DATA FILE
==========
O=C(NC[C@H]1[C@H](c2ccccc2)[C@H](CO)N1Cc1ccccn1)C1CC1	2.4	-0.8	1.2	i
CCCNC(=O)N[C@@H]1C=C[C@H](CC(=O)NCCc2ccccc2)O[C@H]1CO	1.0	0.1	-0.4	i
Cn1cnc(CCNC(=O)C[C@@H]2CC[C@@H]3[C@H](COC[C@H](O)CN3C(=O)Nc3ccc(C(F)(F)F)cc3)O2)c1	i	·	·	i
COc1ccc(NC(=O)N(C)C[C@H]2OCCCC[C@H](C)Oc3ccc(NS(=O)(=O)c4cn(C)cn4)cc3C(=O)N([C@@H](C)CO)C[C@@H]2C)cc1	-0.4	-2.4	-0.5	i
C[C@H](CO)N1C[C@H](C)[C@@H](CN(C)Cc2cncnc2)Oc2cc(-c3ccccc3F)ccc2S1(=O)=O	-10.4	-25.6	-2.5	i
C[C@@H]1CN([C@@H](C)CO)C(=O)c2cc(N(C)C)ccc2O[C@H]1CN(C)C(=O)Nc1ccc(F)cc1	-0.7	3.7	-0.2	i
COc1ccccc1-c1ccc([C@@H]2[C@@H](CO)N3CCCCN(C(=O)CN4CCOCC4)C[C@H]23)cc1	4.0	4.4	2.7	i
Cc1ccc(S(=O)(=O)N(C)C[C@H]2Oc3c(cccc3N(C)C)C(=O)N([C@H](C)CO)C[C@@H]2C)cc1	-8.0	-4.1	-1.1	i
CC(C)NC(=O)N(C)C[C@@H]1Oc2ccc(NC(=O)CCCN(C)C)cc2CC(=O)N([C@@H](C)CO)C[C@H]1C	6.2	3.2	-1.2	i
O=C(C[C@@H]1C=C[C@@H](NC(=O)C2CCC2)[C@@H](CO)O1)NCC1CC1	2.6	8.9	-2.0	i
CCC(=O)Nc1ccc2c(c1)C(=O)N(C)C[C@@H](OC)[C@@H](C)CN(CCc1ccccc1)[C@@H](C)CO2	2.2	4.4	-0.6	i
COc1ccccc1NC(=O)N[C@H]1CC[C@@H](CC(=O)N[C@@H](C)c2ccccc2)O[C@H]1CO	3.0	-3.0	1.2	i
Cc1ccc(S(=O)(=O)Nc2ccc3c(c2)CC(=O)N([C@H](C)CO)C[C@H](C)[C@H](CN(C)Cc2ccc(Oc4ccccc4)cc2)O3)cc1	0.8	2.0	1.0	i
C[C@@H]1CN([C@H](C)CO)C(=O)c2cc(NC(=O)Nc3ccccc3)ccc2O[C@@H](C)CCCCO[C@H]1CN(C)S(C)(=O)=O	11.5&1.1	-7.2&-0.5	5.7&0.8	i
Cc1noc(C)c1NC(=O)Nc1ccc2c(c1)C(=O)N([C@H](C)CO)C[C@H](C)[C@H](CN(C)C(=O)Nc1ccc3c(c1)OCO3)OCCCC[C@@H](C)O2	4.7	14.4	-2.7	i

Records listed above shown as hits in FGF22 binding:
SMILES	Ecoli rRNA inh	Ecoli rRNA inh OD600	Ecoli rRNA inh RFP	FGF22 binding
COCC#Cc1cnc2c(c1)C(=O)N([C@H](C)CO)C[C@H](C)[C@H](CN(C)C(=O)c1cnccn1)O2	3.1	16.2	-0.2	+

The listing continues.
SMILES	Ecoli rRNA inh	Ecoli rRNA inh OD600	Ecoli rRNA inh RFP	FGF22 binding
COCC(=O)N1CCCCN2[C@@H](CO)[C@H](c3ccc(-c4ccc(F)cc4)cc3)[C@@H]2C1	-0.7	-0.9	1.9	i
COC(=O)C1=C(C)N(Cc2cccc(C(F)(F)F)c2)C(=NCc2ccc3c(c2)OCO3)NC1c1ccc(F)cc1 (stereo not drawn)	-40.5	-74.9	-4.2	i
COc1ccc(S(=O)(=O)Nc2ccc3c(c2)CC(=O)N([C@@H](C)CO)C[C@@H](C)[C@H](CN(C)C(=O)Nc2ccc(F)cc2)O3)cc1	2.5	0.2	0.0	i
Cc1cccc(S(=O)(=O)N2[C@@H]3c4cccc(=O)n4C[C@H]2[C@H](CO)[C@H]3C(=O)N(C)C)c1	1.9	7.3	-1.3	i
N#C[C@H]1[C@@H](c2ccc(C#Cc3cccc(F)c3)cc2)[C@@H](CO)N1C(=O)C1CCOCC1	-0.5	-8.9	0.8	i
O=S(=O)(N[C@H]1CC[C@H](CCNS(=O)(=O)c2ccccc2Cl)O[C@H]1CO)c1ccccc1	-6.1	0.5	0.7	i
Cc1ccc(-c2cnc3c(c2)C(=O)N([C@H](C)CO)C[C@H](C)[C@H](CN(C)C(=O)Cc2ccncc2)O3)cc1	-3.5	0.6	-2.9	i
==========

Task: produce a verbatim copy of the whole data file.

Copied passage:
O=C(NC[C@H]1[C@H](c2ccccc2)[C@H](CO)N1Cc1ccccn1)C1CC1	2.4	-0.8	1.2	i
CCCNC(=O)N[C@@H]1C=C[C@H](CC(=O)NCCc2ccccc2)O[C@H]1CO	1.0	0.1	-0.4	i
Cn1cnc(CCNC(=O)C[C@@H]2CC[C@@H]3[C@H](COC[C@H](O)CN3C(=O)Nc3ccc(C(F)(F)F)cc3)O2)c1	i	·	·	i
COc1ccc(NC(=O)N(C)C[C@H]2OCCCC[C@H](C)Oc3ccc(NS(=O)(=O)c4cn(C)cn4)cc3C(=O)N([C@@H](C)CO)C[C@@H]2C)cc1	-0.4	-2.4	-0.5	i
C[C@H](CO)N1C[C@H](C)[C@@H](CN(C)Cc2cncnc2)Oc2cc(-c3ccccc3F)ccc2S1(=O)=O	-10.4	-25.6	-2.5	i
C[C@@H]1CN([C@@H](C)CO)C(=O)c2cc(N(C)C)ccc2O[C@H]1CN(C)C(=O)Nc1ccc(F)cc1	-0.7	3.7	-0.2	i
COc1ccccc1-c1ccc([C@@H]2[C@@H](CO)N3CCCCN(C(=O)CN4CCOCC4)C[C@H]23)cc1	4.0	4.4	2.7	i
Cc1ccc(S(=O)(=O)N(C)C[C@H]2Oc3c(cccc3N(C)C)C(=O)N([C@H](C)CO)C[C@@H]2C)cc1	-8.0	-4.1	-1.1	i
CC(C)NC(=O)N(C)C[C@@H]1Oc2ccc(NC(=O)CCCN(C)C)cc2CC(=O)N([C@@H](C)CO)C[C@H]1C	6.2	3.2	-1.2	i
O=C(C[C@@H]1C=C[C@@H](NC(=O)C2CCC2)[C@@H](CO)O1)NCC1CC1	2.6	8.9	-2.0	i
CCC(=O)Nc1ccc2c(c1)C(=O)N(C)C[C@@H](OC)[C@@H](C)CN(CCc1ccccc1)[C@@H](C)CO2	2.2	4.4	-0.6	i
COc1ccccc1NC(=O)N[C@H]1CC[C@@H](CC(=O)N[C@@H](C)c2ccccc2)O[C@H]1CO	3.0	-3.0	1.2	i
Cc1ccc(S(=O)(=O)Nc2ccc3c(c2)CC(=O)N([C@H](C)CO)C[C@H](C)[C@H](CN(C)Cc2ccc(Oc4ccccc4)cc2)O3)cc1	0.8	2.0	1.0	i
C[C@@H]1CN([C@H](C)CO)C(=O)c2cc(NC(=O)Nc3ccccc3)ccc2O[C@@H](C)CCCCO[C@H]1CN(C)S(C)(=O)=O	11.5&1.1	-7.2&-0.5	5.7&0.8	i
Cc1noc(C)c1NC(=O)Nc1ccc2c(c1)C(=O)N([C@H](C)CO)C[C@H](C)[C@H](CN(C)C(=O)Nc1ccc3c(c1)OCO3)OCCCC[C@@H](C)O2	4.7	14.4	-2.7	i

Records listed above shown as hits in FGF22 binding:
SMILES	Ecoli rRNA inh	Ecoli rRNA inh OD600	Ecoli rRNA inh RFP	FGF22 binding
COCC#Cc1cnc2c(c1)C(=O)N([C@H](C)CO)C[C@H](C)[C@H](CN(C)C(=O)c1cnccn1)O2	3.1	16.2	-0.2	+

The listing continues.
SMILES	Ecoli rRNA inh	Ecoli rRNA inh OD600	Ecoli rRNA inh RFP	FGF22 binding
COCC(=O)N1CCCCN2[C@@H](CO)[C@H](c3ccc(-c4ccc(F)cc4)cc3)[C@@H]2C1	-0.7	-0.9	1.9	i
COC(=O)C1=C(C)N(Cc2cccc(C(F)(F)F)c2)C(=NCc2ccc3c(c2)OCO3)NC1c1ccc(F)cc1 (stereo not drawn)	-40.5	-74.9	-4.2	i
COc1ccc(S(=O)(=O)Nc2ccc3c(c2)CC(=O)N([C@@H](C)CO)C[C@@H](C)[C@H](CN(C)C(=O)Nc2ccc(F)cc2)O3)cc1	2.5	0.2	0.0	i
Cc1cccc(S(=O)(=O)N2[C@@H]3c4cccc(=O)n4C[C@H]2[C@H](CO)[C@H]3C(=O)N(C)C)c1	1.9	7.3	-1.3	i
N#C[C@H]1[C@@H](c2ccc(C#Cc3cccc(F)c3)cc2)[C@@H](CO)N1C(=O)C1CCOCC1	-0.5	-8.9	0.8	i
O=S(=O)(N[C@H]1CC[C@H](CCNS(=O)(=O)c2ccccc2Cl)O[C@H]1CO)c1ccccc1	-6.1	0.5	0.7	i
Cc1ccc(-c2cnc3c(c2)C(=O)N([C@H](C)CO)C[C@H](C)[C@H](CN(C)C(=O)Cc2ccncc2)O3)cc1	-3.5	0.6	-2.9	i